Several projects by Michael Heizer gain special power by privileging certain vantage points. His earth and concrete sculpture, Complex One (1972--74), a monumentally scaled artwork in the southern Nevada desert, is a construction that translates the weighty presence of architecturally-scaled elements into a painterly vision resolved from a singular vantage point. As is found in the work of Dibbets and Raetz, discrete sculptural elements lock together to produce a unitary profile---in this case a massive steel and concrete frame which defines the exterior rectangular plane of a earth-filled "mastaba." In an interview, Heizer states, "My idea with Complex One was to create an object that was essentially frontal. I thought about painting and sculpture simultaneously." 
Anticipating Heizer by some ten years, a steel construction by British sculptor Anthony Caro resolved complex arrangements of three-dimensional elements into flat "pictorial" solutions. In discussing his 1962 sculpture, Early One Morning , Rosalind Krauss, writes the following:
There are ...two ways of relating to Early One Morning. The first is to experience it as a physical construction...The second alternative arises from standing directly in front of the work and thereby experiencing it pictorially. The achievement of Early One Morning is not only that it provides these two possibilities but that it shows them to be mutually incompatible. From the "side" the viewer looks down on the construction, much the way he would look down onto a table or any other article of furniture. He senses the work in terms of mass because it shares the same space that he does and clearly relates to a ground that is the same as his own. From the "front" this orientation to a horizontal ground changes completely. The work becomes a vertical assembly, and thus its space is no longer occupied by the viewer. Just as there is a gulf between a viewer's space and the space of a painting---a break between his own ground, which he sees as he looks down at his feet, and the beginning of the ground of the picture's space, which he can only see by raising his head---so the pictorialized space of Early One Morning is not only sensed as flattened but as irrevocably distanced as well. 
From a traditional point of view, the appreciation of sculpture---and by extension, architecture and the related "spatial" arts---implicitily endorse an observer willing to link idealized profiles of an object into a seamless and harmonious "cinematic" progression. The inverse of this idea is represented by the often cited examples of Borromini's Colonnade in the Palazzo Spada in Rome (1635) and Palladio's Teatro Olimpico in Vicenza (c. 1581-85) which are exceptional precisely for their insistence on establishing a heirarchy of views that favor specific vantage points and stand at odds---indeed, strongly undermine---"holistic" spatial appreciation. In referencing the particular projects above by contemporary artists, I am suggesting that a resistant strain of eccentric viewing is called for---indeed necessary---in order to understand and appreciate the "hidden" potentialities of certain works. In addition, the intentional disruption (the "incompatibility") existing between the various "views" presented to the eccentric observer provides a powerful metaphor for vision that (perhaps) more accurately reflects how we experience the world. Afterall, the world is not a video. It is a saccadic series of out-takes that only gains coherence in the mind of the observer.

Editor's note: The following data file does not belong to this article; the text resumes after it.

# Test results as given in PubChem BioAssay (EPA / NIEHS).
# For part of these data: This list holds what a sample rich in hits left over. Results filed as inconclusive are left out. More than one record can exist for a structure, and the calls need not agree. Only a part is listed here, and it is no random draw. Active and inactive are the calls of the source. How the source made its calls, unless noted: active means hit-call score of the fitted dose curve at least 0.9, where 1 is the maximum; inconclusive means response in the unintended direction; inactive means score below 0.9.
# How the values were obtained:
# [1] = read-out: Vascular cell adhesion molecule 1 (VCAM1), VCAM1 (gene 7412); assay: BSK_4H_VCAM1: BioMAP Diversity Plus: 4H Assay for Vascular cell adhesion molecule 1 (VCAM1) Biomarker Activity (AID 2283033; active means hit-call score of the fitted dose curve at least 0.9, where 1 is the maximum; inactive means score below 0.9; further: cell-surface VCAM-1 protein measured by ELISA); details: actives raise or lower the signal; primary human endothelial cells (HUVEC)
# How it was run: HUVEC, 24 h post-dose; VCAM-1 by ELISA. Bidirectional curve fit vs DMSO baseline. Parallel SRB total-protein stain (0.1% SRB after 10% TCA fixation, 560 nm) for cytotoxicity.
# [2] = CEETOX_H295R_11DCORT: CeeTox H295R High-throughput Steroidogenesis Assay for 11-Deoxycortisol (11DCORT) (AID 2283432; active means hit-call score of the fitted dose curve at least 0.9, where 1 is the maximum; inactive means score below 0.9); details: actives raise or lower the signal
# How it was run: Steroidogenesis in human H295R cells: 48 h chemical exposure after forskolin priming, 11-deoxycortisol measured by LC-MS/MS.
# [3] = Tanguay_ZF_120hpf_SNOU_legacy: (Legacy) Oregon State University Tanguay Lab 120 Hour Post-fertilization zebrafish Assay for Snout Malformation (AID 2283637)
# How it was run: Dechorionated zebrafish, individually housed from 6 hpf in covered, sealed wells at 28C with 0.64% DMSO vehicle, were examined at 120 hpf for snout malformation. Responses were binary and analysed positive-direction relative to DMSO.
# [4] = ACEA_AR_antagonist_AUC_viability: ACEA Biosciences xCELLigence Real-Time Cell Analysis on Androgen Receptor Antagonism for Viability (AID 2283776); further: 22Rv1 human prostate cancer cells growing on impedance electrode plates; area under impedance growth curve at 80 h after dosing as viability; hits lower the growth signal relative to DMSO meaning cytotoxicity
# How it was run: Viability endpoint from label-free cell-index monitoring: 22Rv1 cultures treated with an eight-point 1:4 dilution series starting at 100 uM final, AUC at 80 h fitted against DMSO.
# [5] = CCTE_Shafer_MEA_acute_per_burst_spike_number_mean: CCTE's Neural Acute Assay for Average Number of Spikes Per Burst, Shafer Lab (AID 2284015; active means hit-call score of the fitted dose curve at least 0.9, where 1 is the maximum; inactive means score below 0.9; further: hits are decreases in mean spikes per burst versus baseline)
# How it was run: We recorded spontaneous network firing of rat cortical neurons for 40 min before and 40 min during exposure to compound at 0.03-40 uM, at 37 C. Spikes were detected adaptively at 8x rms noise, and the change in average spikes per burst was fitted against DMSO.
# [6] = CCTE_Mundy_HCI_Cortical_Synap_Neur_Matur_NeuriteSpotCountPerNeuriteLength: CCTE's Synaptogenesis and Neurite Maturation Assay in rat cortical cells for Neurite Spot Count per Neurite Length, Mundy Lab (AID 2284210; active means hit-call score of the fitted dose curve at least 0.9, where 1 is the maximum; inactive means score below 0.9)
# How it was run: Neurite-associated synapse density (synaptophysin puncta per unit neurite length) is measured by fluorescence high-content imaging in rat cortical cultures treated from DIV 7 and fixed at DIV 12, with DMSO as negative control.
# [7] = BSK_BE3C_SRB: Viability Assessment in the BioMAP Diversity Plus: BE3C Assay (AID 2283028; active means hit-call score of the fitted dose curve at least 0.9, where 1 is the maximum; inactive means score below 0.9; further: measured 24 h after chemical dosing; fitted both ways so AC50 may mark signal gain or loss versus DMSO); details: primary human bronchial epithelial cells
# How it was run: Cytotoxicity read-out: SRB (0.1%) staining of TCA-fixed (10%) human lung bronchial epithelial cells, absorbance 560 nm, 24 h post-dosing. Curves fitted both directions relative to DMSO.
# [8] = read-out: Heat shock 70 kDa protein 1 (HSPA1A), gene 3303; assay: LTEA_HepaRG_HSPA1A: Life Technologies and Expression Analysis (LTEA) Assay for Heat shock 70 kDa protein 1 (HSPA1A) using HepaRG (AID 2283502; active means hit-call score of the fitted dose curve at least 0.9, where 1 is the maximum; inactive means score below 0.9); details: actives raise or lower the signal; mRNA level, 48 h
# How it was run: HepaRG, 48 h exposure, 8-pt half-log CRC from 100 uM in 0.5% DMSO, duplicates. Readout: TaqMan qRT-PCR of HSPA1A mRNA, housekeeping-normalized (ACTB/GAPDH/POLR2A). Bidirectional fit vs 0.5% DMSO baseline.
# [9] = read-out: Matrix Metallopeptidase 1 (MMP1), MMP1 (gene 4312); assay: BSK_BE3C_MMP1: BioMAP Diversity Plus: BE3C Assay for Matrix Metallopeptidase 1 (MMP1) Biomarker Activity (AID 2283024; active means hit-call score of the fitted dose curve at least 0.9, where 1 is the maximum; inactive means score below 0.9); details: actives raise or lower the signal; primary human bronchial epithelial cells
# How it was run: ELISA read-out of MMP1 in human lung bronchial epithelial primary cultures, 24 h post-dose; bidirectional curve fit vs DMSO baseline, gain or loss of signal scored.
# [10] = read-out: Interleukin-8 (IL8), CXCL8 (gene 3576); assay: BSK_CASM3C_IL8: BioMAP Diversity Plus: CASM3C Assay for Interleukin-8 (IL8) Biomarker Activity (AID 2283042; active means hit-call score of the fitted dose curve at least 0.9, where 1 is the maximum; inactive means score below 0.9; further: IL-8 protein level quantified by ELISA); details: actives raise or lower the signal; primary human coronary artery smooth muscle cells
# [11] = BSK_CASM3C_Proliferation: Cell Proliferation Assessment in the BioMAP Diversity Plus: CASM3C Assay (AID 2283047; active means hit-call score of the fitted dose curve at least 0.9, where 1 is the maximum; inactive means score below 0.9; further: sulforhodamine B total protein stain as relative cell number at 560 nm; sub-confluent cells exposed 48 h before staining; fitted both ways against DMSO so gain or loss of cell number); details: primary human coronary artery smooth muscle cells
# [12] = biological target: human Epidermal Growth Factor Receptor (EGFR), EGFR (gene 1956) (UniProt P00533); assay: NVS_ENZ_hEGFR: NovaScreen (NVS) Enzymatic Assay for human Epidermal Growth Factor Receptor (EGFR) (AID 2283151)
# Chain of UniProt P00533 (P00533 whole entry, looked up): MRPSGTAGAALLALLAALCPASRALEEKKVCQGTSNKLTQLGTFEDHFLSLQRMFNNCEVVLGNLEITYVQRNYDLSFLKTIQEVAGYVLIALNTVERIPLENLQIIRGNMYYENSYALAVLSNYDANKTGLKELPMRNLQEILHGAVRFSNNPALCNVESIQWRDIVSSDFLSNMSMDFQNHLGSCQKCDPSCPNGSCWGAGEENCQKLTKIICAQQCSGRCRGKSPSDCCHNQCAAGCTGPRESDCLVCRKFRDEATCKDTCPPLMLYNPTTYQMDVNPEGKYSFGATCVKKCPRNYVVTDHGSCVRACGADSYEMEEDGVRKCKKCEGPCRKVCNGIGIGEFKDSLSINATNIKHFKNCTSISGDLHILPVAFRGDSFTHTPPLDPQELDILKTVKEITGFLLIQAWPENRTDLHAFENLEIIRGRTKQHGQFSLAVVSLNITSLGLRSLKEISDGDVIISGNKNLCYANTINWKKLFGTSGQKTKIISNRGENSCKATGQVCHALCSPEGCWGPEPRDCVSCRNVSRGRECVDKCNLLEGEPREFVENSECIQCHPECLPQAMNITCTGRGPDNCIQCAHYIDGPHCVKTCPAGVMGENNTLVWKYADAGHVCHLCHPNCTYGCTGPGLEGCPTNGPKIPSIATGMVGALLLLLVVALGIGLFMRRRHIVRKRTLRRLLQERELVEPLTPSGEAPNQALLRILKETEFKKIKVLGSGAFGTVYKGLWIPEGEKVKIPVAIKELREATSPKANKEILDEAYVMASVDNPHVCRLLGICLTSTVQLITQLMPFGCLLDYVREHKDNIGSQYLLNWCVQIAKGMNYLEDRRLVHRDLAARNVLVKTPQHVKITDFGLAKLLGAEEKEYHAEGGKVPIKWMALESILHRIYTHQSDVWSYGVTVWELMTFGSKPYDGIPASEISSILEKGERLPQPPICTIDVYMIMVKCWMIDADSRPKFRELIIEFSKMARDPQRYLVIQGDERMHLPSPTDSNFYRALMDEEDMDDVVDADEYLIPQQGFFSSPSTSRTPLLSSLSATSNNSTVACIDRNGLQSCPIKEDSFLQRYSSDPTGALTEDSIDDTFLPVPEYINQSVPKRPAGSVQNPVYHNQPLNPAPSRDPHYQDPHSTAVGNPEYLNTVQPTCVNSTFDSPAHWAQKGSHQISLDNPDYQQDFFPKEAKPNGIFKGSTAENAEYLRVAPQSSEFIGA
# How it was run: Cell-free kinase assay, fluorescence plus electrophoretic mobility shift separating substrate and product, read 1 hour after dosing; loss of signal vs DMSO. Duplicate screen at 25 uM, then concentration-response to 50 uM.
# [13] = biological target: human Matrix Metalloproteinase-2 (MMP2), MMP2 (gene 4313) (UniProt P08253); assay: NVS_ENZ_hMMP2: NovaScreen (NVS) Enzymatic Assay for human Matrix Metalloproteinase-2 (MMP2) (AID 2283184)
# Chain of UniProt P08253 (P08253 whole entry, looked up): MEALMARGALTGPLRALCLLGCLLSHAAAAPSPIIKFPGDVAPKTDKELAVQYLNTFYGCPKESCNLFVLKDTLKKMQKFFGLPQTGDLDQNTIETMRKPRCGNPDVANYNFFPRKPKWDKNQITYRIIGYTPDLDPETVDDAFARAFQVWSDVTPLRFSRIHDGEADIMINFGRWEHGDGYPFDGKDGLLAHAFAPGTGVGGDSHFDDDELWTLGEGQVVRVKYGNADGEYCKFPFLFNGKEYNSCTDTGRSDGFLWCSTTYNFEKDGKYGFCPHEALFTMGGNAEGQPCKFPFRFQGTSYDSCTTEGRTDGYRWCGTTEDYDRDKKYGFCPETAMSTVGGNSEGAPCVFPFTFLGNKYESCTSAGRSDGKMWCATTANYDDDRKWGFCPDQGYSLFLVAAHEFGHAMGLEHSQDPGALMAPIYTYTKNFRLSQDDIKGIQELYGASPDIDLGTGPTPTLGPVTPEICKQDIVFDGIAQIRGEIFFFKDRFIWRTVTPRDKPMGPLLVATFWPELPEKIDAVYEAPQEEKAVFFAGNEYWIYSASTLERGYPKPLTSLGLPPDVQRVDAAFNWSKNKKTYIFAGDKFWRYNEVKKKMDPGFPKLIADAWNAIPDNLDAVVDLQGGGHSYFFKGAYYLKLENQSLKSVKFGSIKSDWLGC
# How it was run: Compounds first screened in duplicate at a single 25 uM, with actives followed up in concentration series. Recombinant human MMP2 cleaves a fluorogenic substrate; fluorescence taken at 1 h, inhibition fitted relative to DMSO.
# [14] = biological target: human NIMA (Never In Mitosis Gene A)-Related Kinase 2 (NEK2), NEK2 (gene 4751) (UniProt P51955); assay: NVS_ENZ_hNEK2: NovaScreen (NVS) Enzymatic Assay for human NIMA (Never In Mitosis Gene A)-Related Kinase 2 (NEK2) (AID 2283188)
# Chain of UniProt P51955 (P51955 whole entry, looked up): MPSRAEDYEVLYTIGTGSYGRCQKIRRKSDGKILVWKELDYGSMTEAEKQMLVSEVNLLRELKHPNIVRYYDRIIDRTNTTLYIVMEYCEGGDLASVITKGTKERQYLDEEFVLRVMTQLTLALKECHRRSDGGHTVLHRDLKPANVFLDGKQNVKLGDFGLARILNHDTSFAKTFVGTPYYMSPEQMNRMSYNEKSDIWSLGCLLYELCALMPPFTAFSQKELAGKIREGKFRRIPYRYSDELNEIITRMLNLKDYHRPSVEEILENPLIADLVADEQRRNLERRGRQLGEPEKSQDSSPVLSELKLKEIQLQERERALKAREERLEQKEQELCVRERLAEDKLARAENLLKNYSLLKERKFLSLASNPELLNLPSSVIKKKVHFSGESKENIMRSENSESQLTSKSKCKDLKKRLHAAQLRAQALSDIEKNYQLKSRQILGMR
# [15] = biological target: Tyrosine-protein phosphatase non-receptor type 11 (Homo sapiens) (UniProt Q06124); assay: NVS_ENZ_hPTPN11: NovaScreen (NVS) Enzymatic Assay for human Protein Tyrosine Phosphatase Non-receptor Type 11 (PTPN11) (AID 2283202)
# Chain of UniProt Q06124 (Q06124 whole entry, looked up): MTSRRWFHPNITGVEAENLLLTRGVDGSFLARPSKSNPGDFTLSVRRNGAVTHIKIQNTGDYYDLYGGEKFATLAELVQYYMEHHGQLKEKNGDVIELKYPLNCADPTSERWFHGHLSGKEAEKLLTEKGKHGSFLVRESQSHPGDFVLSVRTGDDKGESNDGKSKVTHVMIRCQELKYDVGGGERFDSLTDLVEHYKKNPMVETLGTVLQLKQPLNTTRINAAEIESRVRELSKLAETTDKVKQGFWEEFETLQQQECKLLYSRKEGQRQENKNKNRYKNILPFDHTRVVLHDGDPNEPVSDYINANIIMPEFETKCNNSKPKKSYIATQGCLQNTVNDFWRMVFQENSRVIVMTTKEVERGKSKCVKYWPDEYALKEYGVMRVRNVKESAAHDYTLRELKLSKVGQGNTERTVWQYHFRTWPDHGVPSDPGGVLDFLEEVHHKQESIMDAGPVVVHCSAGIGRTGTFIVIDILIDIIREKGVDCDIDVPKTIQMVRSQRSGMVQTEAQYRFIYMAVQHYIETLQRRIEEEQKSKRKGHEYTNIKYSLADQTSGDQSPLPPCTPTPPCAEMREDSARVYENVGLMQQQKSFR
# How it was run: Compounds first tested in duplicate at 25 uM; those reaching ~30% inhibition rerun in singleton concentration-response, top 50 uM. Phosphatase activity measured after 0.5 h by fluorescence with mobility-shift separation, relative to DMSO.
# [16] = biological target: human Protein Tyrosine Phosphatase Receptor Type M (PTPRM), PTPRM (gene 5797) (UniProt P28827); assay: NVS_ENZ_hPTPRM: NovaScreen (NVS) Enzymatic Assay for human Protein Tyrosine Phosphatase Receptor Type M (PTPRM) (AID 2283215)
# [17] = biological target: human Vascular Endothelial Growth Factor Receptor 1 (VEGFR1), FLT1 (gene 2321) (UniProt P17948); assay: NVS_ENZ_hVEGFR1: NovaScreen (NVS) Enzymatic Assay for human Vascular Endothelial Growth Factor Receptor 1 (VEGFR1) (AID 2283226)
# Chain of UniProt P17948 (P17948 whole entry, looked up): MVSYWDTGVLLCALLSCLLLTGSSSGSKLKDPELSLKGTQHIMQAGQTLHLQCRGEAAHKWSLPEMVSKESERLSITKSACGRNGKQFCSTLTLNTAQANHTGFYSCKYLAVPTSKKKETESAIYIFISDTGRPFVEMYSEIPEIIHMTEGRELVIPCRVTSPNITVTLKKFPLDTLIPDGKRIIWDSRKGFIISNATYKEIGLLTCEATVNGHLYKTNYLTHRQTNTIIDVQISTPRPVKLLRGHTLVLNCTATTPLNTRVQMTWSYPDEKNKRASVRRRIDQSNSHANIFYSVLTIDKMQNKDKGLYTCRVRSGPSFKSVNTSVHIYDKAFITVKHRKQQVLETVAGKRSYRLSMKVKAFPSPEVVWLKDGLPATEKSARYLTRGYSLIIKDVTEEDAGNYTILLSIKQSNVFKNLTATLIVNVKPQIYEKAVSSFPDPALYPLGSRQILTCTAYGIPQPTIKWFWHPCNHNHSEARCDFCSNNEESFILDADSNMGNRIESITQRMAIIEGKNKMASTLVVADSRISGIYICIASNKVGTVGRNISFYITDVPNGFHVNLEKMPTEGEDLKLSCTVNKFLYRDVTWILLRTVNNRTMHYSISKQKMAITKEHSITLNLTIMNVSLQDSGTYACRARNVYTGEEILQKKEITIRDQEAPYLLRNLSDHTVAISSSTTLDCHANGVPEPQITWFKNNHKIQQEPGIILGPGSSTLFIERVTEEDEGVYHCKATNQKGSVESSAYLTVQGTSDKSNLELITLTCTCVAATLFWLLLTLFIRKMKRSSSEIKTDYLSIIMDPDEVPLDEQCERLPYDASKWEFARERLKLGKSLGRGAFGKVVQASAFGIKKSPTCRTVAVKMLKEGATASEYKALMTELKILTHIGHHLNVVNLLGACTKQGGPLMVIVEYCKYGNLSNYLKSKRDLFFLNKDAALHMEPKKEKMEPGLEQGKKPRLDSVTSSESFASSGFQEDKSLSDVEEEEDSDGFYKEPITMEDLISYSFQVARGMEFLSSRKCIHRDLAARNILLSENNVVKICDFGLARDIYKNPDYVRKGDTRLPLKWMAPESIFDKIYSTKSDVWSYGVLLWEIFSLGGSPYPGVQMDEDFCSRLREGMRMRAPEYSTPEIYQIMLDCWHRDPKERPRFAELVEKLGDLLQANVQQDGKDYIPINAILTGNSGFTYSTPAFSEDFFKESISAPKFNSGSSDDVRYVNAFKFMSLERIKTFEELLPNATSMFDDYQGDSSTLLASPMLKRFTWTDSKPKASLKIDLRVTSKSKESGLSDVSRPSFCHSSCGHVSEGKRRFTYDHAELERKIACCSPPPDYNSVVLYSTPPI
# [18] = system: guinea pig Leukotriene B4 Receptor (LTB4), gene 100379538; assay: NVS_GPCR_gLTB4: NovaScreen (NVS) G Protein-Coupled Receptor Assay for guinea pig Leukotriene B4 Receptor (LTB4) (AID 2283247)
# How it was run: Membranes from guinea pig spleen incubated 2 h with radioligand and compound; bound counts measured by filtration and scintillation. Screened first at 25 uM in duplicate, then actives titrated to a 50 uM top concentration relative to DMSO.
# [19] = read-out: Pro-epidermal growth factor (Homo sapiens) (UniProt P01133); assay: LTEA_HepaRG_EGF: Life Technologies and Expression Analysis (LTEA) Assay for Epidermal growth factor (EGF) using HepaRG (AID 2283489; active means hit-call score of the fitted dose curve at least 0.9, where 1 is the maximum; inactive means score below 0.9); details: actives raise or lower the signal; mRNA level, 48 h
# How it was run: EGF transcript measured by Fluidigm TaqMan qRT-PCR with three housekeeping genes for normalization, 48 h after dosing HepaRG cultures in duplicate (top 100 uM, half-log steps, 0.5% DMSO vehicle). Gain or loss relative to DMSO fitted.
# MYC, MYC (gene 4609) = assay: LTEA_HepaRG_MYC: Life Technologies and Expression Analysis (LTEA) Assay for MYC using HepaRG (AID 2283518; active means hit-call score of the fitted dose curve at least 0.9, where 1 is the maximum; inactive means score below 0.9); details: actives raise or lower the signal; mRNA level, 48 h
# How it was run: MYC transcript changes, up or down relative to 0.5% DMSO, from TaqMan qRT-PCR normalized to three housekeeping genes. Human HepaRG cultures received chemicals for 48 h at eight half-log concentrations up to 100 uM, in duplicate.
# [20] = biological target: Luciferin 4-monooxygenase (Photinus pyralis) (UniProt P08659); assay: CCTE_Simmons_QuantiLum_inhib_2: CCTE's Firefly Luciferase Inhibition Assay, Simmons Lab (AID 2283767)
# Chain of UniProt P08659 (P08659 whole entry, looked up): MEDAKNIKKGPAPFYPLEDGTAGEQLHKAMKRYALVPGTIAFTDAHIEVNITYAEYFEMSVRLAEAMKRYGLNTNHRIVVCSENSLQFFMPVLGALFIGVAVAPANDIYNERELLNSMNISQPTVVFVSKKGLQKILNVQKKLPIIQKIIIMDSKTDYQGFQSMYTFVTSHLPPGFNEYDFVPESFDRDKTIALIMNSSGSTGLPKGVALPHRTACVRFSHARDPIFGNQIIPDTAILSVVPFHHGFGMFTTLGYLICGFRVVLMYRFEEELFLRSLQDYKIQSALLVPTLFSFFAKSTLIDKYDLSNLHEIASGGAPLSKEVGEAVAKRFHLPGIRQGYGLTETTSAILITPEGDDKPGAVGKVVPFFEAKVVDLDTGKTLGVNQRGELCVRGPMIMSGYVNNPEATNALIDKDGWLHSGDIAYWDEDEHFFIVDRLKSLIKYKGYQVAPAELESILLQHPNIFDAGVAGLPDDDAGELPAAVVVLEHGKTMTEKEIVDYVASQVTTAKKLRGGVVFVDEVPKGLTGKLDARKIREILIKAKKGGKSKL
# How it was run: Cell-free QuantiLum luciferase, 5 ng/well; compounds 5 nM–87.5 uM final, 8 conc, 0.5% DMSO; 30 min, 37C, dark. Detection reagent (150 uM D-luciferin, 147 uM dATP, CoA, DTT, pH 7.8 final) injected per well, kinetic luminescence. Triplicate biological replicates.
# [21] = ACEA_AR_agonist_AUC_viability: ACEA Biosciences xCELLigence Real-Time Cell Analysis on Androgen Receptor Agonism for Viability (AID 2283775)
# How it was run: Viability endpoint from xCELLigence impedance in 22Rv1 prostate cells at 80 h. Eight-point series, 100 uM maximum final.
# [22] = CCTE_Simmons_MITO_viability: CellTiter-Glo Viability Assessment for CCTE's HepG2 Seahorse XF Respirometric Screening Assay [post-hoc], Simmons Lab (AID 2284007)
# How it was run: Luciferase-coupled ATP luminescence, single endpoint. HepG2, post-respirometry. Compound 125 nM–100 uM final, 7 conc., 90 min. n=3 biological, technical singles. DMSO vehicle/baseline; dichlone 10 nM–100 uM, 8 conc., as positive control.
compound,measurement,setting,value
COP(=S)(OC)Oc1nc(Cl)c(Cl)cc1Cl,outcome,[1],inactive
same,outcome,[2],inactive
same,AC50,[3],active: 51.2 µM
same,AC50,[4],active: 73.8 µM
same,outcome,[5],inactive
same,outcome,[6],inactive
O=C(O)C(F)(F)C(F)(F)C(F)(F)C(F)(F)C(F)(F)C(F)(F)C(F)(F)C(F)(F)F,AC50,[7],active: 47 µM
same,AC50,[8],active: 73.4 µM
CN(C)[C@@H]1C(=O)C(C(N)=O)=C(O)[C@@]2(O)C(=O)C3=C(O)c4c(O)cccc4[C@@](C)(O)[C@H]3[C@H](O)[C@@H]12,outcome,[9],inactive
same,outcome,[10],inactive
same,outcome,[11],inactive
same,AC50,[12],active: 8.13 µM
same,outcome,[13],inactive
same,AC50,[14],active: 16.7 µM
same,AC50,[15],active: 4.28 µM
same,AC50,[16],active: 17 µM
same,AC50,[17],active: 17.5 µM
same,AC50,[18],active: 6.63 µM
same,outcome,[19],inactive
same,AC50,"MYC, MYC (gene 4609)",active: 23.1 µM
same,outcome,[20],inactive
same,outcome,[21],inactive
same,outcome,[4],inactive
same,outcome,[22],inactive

Buky Schwartz, an Israeli artist who splits his time between New York City and Tel Aviv, is noted for his installations involving complex anamorphic imagery and closed-circuit video. Deploying large scale graphic elements and geometric objects across the space of a gallery, Schwartz constructs, via video, a series of seemingly disconnected parts into a coherent whole. In a recent catalog essay, John Hanhardt, describes Schwartz's work in the 1979 Whitney Biennial, Yellow Triangle:
In (this) work Schwartz used color for the first time to create on the video monitors the appearance of a large yellow triangle actually occupying the gallery space. From the point of view of the video camera mounted near the ceiling the space of the gallery walls and floor painted yellow becomes a "yellow triangle".
The "videoconstruction" can only be seen on the monitor while the viewer stands within the painted area. From the purity of the simple geometric form and primary color, Schwartz constructs a complex engagement of the viewer which links this piece to the temporal, real-time dimension... 
Much of the power of Schwartz's work is derived from the patently physical nature of his installations. While his work has been linked to Dibbets and others involved in forms of pictorial illusion, the critic Robert Pincus-Witten argues that Schwartz's work is not "pictorial" but rather obliges the spectator to physically participate in the work---"one must be in it to get it." Pincus-Witten writes:
Schwartz's work markedly differs from Dibbets' because it deals with a process through which illusion becomes reality. In the Dibbets, and, one might say, the entire tradition of Baroque trompe l'oeil, reality becomes illusion. By contrast, the spectator, experiencing and verifying the different phases of the illusions through his or her own participation in Schwartz's work, quickly grasps that Schwartz presents no simple perceptual games. For Schwartz, participation is a function of and confirms reality. Reality for Schwartz is not wholly mental or cleverly pictorial. Mental data must be both empirically and sensorially processed. Schwartz's video possesses only scant or vestigial trompe-l'oeil properties---none anyway that can be said to derive wholly from painting, the species in which the traditions of trompe l'oeil are most fully preserved. In Schwart'z video, process denies trompe l'oeil.